In submitting the brief, Legates and other climate science skeptics were represented by a lawyer for Heartland, the conservative think tank that has led a years-long campaign to discredit climate science. The Heartland group went beyond the position of the oil companies in the suit, which focused their challenge on whether climate change was the appropriate basis for a lawsuit. Legates and his colleagues disputed the essential science of global warming, arguing that there was no scientific consensus on the cause of climate change or its dangers. (The case remains in litigation.)
It is an argument Legates has made often to Congress, state legislators, judges, including the Supreme Court, and most expansively, in lectures and panel discussions organized by Heartland and other groups that dispute climate science.
"Climate is changing because it always has changed and always will—it is dynamic and variable," Legates said in testimony last year to urge Pennsylvania's Legislature not to adopt Gov. Tom Wolf's climate action plan.
"To create a Climate Change Action Plan to 'stabilize' the Earth's climate is like trying to keep the Sun from shining," Legates said. "We cannot halt something that for all history has been variable and so all such attempts at 'climate stabilization' are doomed to failure."
Legates has a mix of views on climate change that are particularly dismissive of the work of NOAA. He doesn't accept the accuracy of the data gathered by NOAA and others showing that the planet is warming, but he also argues that warming of the planet will help civilization to thrive. He disputes that carbon dioxide is driving climate change but also points to lab studies showing that species like crabs and lobsters grow faster in carbon-saturated water, asserting that could outweigh any damage of ocean acidification, which has been a central area of study for the agency. As for NOAA's tracking of sea level rise, Legates admits that both sea level and CO2 are rising, but disputes that there is a correlation between the two.
"It's all based on political views, it's not based on science," said Donald Wuebbles, an atmospheric scientist at the University of Illinois who served as chief climate science expert in President Barack Obama's White House. Wuebbles, who relies on the data gathered by NOAA in his work, is concerned about leadership of the agency, given the opinions that have been expressed by the new appointees. "Nothing they say really deals with any of the science, other than just to make strange statements that the data doesn't back," Wuebbles said.
A Career Devoted to Climate Skepticism
Legates has described himself as someone fascinated with weather since his childhood in the small town of Harrington, Delaware. He told the Wilmington News-Journal that when he was a fifth-grader, he made his own weather-observation station, taking wind and rain measurements daily before and after school.
"I've just always been interested in weather," Legates told the paper. "Unless you lock yourself in an interior room, you can't get away from it."
He took an unusual path to climate science, studying geography and math before pursuing his Ph.D. in climatology at the University of Delaware. For his dissertation, he delved deeply into the issue of bias in the measurement of precipitation, and his early publications on this issue are among his most cited works.
Legates collaborated, for example, on 1994 research that concluded that the United States gets about 9 percent more rain and snow than the official records indicate. The issue, according to the paper, was that the records had not accounted for problems with rain-collecting gauges, which could be affected by factors like wind-blown snow, evaporation or heat. The findings had obvious implications for understanding climate change, and whether current precipitation patterns marked a change from the past, or were an artifact of problematic measuring practices.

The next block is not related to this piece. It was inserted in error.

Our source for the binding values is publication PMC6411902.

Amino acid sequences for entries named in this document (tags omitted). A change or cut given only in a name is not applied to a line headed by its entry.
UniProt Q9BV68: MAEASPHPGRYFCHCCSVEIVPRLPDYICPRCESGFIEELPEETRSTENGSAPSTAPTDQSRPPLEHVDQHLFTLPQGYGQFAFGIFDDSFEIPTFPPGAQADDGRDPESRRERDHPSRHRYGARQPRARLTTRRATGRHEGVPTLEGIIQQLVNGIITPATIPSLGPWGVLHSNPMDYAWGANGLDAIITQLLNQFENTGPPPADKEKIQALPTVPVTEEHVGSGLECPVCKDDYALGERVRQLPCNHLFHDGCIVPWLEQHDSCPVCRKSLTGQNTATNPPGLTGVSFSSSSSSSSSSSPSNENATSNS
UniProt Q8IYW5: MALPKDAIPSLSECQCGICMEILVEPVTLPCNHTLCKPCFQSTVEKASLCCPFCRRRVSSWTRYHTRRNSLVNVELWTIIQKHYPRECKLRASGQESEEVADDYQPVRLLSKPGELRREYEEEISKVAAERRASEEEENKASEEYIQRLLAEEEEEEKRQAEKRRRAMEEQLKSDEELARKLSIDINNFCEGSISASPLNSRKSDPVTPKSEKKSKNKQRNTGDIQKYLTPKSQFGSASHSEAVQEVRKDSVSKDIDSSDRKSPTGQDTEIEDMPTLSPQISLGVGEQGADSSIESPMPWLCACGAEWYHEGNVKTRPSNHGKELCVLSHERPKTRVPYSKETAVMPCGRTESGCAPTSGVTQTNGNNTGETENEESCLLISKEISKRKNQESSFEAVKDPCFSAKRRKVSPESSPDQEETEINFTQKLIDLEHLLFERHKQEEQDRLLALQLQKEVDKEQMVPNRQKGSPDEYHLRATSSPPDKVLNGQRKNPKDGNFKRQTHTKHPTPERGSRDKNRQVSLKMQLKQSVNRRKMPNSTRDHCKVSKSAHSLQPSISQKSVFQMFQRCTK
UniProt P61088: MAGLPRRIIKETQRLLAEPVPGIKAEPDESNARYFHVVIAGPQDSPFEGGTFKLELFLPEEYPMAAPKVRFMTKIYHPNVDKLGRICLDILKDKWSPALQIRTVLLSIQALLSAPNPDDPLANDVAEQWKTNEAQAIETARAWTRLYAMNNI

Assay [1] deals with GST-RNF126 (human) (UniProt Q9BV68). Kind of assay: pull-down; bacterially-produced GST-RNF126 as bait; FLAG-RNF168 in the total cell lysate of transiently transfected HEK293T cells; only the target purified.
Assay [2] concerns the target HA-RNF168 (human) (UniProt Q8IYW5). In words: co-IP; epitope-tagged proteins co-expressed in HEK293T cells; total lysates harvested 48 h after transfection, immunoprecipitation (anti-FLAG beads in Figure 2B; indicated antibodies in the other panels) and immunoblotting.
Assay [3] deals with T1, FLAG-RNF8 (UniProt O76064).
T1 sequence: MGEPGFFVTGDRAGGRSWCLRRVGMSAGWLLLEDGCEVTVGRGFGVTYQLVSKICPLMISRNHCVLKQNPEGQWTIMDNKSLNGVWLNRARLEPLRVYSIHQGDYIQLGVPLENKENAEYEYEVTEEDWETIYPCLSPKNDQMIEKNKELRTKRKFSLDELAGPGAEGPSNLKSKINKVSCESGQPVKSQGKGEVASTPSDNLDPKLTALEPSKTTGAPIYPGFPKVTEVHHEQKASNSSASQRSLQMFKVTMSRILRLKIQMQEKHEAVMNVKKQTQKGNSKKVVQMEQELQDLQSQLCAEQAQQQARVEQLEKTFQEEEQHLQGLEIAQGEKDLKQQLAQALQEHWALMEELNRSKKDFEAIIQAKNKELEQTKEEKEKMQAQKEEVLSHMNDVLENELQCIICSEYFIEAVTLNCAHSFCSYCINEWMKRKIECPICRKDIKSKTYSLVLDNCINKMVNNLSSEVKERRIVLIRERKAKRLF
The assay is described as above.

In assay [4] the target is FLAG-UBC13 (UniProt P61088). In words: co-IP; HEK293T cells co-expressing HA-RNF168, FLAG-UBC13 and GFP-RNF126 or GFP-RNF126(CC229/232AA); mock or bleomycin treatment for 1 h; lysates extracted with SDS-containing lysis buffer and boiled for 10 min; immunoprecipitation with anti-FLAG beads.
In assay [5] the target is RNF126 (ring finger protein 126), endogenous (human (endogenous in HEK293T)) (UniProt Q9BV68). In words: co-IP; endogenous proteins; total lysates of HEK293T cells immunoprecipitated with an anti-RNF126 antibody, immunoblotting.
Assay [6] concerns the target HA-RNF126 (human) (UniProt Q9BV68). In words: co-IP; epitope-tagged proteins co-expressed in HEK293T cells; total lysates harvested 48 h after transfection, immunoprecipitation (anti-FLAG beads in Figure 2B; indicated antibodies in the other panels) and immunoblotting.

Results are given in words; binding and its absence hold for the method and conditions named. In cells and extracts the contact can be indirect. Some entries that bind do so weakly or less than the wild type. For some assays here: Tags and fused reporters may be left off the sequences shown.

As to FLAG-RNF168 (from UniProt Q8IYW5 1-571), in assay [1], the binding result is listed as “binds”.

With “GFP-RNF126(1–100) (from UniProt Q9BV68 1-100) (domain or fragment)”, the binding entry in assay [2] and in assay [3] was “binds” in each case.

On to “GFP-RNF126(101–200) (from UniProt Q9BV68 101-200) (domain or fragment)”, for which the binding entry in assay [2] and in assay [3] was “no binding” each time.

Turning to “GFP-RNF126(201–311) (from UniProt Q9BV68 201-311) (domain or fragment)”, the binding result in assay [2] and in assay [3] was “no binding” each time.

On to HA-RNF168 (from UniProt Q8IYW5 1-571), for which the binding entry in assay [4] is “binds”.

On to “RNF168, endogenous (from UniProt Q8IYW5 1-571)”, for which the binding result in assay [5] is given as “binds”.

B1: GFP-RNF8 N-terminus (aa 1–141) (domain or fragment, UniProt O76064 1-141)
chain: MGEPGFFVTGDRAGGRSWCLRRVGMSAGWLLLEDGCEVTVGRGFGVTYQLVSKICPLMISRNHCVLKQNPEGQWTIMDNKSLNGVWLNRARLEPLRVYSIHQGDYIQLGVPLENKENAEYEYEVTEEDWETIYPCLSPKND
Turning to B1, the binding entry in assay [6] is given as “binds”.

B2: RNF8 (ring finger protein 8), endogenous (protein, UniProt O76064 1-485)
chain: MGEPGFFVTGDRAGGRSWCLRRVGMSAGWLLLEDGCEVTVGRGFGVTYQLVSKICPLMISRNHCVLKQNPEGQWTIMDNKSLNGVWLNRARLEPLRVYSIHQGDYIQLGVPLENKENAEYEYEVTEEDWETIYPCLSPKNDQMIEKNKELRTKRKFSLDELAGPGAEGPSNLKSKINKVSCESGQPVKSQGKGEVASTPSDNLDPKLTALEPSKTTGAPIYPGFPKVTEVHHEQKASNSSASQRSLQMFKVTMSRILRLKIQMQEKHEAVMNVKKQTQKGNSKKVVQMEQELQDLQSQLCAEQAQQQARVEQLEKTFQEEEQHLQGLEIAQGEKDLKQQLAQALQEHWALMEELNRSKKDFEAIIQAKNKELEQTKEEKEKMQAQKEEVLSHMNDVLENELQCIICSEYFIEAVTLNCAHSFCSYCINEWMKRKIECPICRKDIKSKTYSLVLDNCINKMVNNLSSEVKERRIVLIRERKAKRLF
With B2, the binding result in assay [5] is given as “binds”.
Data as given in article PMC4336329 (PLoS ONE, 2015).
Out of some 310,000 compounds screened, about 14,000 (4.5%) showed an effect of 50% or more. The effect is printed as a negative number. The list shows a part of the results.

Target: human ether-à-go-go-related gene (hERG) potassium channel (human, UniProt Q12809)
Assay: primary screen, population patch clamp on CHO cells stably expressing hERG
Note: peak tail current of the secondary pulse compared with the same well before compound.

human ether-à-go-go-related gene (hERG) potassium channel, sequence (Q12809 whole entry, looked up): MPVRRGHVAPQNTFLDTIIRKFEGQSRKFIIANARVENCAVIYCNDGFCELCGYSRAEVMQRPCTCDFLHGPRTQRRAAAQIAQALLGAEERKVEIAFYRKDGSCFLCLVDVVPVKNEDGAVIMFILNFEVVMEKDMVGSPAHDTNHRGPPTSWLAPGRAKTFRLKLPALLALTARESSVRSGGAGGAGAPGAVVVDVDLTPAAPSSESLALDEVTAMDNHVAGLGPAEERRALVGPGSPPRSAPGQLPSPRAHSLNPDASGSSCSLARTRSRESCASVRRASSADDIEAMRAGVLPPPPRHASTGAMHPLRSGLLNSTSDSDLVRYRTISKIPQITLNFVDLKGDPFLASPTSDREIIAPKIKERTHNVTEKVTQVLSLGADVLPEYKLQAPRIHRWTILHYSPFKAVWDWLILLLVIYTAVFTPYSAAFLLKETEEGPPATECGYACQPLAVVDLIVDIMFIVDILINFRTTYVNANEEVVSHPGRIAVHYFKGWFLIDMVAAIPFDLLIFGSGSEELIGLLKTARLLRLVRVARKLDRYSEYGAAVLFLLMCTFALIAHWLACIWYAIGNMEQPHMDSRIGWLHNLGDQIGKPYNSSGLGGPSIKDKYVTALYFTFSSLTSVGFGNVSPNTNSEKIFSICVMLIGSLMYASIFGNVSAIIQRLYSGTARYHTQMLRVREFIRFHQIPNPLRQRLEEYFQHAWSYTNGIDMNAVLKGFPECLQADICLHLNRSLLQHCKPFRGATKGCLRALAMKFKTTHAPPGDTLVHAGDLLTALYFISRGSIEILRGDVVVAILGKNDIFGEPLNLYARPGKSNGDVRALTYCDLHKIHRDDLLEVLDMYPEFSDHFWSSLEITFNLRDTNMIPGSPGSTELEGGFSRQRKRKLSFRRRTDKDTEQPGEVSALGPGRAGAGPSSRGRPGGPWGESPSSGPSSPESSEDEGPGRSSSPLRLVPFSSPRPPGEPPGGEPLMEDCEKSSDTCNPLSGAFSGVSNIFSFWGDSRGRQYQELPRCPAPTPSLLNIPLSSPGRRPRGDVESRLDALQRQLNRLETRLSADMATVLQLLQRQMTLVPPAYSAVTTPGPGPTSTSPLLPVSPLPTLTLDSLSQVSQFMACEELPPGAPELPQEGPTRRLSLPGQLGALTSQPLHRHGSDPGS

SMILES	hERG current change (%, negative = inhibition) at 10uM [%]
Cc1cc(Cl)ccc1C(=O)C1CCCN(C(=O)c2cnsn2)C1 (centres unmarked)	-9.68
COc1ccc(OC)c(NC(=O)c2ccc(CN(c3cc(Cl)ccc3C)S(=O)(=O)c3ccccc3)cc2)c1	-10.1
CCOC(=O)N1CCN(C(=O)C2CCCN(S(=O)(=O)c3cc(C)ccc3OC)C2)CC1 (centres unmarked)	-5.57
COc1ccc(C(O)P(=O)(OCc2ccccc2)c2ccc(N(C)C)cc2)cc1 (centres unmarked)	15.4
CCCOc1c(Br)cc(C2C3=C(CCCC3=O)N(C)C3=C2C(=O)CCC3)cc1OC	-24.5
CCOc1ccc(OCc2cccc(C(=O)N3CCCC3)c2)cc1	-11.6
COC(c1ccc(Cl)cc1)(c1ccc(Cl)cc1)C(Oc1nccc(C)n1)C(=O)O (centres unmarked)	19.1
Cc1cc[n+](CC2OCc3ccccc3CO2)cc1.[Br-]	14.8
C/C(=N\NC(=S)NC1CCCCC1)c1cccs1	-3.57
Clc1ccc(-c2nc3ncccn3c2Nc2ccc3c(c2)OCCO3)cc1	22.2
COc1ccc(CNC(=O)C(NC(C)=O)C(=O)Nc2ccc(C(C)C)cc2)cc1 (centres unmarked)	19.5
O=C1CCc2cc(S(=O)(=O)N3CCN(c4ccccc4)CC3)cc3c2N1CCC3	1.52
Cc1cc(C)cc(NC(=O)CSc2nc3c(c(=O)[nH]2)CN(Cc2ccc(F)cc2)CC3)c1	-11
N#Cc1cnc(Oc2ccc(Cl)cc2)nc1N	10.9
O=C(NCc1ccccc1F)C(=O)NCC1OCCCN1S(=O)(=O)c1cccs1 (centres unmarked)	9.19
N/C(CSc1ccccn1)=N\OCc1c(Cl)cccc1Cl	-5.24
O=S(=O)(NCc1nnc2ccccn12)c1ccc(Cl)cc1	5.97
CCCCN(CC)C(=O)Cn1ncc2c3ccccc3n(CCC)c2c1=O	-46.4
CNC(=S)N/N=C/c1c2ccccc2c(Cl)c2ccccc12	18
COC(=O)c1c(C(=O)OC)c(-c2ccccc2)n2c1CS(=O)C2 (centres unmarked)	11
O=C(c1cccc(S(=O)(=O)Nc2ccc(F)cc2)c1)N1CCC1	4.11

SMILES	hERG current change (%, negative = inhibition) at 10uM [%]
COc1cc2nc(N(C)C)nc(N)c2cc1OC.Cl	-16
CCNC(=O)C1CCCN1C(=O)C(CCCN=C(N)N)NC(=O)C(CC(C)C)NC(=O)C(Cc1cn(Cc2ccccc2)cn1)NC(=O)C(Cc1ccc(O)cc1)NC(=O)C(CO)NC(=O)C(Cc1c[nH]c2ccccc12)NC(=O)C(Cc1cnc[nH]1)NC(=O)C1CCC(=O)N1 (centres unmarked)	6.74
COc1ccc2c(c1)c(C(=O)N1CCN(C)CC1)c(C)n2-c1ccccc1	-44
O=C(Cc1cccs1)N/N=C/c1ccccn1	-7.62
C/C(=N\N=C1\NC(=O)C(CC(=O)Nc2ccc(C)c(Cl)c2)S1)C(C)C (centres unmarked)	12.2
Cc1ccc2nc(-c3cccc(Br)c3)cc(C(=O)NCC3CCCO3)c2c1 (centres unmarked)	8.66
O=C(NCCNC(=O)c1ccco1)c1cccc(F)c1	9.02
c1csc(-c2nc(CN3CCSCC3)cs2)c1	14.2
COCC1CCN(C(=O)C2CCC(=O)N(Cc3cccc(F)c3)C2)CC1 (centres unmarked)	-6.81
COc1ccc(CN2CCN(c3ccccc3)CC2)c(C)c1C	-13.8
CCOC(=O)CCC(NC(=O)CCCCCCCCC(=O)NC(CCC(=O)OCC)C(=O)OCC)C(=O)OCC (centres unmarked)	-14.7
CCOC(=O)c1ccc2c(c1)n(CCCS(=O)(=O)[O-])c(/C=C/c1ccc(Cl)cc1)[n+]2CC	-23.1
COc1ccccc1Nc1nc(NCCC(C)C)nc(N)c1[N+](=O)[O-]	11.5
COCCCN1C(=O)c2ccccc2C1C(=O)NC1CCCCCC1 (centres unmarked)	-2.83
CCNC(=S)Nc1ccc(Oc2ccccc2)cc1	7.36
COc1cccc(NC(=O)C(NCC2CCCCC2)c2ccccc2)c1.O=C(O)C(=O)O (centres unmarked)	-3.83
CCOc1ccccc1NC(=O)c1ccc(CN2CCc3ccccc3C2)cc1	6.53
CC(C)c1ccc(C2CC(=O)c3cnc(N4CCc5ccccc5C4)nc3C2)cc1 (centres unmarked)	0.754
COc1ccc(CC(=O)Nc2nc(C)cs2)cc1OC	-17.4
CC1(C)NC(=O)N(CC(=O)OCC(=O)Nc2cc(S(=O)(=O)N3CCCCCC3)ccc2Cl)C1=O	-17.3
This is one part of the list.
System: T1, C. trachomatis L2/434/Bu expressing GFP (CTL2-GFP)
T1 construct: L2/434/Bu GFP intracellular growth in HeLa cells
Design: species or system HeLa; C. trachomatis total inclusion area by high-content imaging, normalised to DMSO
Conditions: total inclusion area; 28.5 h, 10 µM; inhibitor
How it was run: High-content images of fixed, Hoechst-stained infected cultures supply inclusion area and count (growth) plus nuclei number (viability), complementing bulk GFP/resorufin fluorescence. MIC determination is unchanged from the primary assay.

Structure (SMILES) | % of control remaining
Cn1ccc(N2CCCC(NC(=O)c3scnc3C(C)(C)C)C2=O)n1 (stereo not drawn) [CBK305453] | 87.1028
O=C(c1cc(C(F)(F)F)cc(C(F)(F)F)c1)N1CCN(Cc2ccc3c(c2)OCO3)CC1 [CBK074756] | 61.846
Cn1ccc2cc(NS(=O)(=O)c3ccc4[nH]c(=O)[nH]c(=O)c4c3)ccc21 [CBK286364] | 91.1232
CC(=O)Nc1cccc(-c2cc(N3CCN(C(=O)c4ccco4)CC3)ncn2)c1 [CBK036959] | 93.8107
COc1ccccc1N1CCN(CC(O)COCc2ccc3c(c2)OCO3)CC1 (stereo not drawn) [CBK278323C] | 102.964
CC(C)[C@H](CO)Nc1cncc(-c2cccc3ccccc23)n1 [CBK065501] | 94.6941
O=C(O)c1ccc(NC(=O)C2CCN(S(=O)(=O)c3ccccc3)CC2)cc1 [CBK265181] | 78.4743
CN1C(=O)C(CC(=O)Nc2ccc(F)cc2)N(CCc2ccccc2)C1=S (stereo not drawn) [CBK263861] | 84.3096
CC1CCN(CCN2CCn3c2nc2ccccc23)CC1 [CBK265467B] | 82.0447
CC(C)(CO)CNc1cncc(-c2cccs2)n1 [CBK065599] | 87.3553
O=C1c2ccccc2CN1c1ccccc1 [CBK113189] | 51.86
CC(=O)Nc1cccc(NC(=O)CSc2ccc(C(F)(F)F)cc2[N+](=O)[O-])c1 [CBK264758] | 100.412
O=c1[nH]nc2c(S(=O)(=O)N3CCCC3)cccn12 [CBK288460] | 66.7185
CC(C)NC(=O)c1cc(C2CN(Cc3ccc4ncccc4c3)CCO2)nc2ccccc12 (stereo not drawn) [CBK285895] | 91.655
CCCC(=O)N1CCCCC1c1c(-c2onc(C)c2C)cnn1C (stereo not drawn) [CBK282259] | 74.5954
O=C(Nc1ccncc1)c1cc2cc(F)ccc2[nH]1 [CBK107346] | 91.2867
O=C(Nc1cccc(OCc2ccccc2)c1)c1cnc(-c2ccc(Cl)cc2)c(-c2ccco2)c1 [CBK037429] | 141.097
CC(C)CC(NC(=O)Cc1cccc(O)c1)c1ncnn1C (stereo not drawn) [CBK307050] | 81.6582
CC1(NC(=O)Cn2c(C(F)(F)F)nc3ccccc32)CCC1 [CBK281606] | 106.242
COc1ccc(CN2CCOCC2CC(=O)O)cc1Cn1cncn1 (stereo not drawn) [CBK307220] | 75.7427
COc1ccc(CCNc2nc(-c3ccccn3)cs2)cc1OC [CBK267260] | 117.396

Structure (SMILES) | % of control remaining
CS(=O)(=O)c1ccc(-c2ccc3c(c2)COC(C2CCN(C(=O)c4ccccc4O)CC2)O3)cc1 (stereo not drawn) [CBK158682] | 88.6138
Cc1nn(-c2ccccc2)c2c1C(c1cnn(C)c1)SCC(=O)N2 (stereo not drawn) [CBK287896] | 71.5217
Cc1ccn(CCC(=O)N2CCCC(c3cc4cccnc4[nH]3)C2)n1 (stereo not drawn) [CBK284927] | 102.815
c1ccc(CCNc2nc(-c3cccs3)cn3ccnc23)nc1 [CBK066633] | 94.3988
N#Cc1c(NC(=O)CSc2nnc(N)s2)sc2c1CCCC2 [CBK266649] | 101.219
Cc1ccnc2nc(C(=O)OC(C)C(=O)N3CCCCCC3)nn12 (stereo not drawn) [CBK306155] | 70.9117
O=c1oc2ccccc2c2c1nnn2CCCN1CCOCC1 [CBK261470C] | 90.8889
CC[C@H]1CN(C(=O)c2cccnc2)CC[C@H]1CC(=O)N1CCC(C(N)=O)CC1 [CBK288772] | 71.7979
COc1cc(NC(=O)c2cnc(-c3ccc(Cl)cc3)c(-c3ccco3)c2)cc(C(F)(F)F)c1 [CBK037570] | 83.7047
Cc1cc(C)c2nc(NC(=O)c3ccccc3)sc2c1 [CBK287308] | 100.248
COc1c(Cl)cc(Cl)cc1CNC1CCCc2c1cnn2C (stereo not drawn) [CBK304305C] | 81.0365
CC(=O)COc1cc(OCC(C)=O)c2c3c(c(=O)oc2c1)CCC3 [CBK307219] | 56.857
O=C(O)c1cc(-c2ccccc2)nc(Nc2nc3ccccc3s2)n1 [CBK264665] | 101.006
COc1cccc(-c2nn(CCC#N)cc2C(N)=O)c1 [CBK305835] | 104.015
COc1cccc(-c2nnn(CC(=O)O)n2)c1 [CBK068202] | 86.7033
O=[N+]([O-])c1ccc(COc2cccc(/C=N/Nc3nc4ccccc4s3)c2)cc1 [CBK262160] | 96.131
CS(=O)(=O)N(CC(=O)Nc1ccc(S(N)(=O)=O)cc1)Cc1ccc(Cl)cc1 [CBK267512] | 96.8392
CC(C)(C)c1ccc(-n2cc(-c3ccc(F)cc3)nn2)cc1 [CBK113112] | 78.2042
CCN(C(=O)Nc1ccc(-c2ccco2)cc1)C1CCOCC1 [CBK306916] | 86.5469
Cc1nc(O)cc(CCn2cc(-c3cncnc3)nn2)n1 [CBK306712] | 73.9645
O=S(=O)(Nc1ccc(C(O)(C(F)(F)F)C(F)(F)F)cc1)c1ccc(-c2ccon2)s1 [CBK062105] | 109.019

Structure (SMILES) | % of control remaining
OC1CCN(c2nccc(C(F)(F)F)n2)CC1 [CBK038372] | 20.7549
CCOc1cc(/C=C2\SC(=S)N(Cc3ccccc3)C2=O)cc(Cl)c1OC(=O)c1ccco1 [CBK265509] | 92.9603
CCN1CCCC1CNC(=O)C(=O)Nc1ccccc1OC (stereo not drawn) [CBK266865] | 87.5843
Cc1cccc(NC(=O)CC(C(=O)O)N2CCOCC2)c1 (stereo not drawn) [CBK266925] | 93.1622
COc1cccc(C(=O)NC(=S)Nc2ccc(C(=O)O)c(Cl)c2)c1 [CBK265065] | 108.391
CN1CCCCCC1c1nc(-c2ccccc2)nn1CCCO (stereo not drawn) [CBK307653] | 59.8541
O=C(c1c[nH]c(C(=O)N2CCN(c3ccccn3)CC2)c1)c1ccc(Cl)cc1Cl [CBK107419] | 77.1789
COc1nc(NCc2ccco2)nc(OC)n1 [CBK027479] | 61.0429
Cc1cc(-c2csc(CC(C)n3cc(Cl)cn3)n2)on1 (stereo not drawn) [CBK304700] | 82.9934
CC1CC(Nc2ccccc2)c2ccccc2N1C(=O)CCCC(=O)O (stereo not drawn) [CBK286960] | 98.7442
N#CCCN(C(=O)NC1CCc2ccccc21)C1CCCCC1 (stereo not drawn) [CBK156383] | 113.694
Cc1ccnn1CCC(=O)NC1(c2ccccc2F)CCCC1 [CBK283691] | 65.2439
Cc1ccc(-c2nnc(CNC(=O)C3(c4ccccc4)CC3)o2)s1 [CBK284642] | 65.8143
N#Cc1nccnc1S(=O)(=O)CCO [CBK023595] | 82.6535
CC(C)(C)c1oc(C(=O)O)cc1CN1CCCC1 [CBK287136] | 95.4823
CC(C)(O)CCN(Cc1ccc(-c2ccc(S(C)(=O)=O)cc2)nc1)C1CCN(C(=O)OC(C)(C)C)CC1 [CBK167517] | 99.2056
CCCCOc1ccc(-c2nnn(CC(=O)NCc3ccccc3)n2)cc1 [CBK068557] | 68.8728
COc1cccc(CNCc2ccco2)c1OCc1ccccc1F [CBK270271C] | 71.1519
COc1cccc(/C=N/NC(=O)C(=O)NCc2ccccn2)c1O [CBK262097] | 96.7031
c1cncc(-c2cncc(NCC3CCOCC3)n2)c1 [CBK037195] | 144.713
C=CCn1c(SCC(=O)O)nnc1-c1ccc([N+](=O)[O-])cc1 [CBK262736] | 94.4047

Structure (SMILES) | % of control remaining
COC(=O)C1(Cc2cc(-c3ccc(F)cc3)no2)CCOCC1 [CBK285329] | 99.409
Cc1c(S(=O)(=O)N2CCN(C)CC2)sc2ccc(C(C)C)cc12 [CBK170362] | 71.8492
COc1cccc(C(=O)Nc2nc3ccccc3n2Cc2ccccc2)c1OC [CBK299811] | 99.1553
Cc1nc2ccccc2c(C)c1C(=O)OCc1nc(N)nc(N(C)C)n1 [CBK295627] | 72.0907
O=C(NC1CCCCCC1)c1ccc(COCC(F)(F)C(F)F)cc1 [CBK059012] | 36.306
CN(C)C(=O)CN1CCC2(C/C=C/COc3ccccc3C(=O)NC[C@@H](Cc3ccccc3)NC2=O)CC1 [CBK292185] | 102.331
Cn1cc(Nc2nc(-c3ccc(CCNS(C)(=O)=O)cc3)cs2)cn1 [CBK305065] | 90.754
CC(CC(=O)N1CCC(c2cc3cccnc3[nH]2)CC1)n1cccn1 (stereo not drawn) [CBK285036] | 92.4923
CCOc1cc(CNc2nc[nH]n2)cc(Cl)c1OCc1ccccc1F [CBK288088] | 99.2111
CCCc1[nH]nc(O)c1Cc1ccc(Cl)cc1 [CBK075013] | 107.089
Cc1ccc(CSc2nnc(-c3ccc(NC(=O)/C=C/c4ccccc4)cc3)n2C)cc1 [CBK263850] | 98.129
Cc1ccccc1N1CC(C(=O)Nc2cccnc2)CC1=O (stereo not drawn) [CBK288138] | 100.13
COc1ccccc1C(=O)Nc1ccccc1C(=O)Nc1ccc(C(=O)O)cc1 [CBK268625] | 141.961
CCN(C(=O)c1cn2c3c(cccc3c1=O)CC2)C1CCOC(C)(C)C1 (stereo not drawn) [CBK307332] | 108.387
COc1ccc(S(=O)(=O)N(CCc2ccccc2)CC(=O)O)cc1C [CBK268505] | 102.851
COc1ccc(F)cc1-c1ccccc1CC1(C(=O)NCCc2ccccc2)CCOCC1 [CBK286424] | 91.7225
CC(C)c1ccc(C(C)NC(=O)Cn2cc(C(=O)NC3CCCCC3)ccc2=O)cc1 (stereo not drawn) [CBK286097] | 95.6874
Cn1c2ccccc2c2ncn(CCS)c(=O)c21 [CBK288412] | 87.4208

But Legates was not alone in noticing this issue. His studies are part of a vast body of thousands of peer-reviewed studies from around the world on such biases and how to correct them. NOAA has done extensive work on this topic, and is transparent about the data correction it has made in its own precipitation records. And the National Climate Assessment and the reports of the United Nations' Intergovernmental Panel on Climate Change have taken into account such uncertainties in providing a number of possible scenarios for global warming impacts.
But for Legates, the work was a first step in a career devoted to skepticism over the scientific consensus on climate change. After teaching at the University of Oklahoma and the University of Louisiana, he returned to the University of Delaware in 1999 and was promoted to full professor in 2010. The office of the Delaware State Climatologist resides within the university, and in 2005, after the professor who had been serving in that post was promoted to an administrative position, Legates took over the job.
Legates did more than carry out the traditional job of the state climatologist, maintaining current and historical weather data for the state and being the go-to person for local media interviews on storms hitting Delaware. He collaborated with other climate skeptics on research and activism against climate action. Legates has said he has not received any funding for his climate change research since 2002. But over the last 18 years, he has worked closely with other authors and conservative groups who are funded by industry, as well as conservative and libertarian-oriented foundations.
In 2006, Legates joined with other contrarian climatologists in a legal brief filed by the Competitive Enterprise Institute opposing the state of Massachusetts in its petition seeking federal Environmental Protection Agency regulation of greenhouse gases from motor vehicles. In that case, the Supreme Court issued its landmark 5-4 ruling that greenhouse gas emissions were a pollutant that could be subject to regulation under the Clean Air Act. That case led to what is known as the EPA's Endangerment Finding, the underpinning of the climate actions taken under the Obama administration. Legates and his colleagues argued that the EPA had insufficient evidence of the harm of greenhouse gases.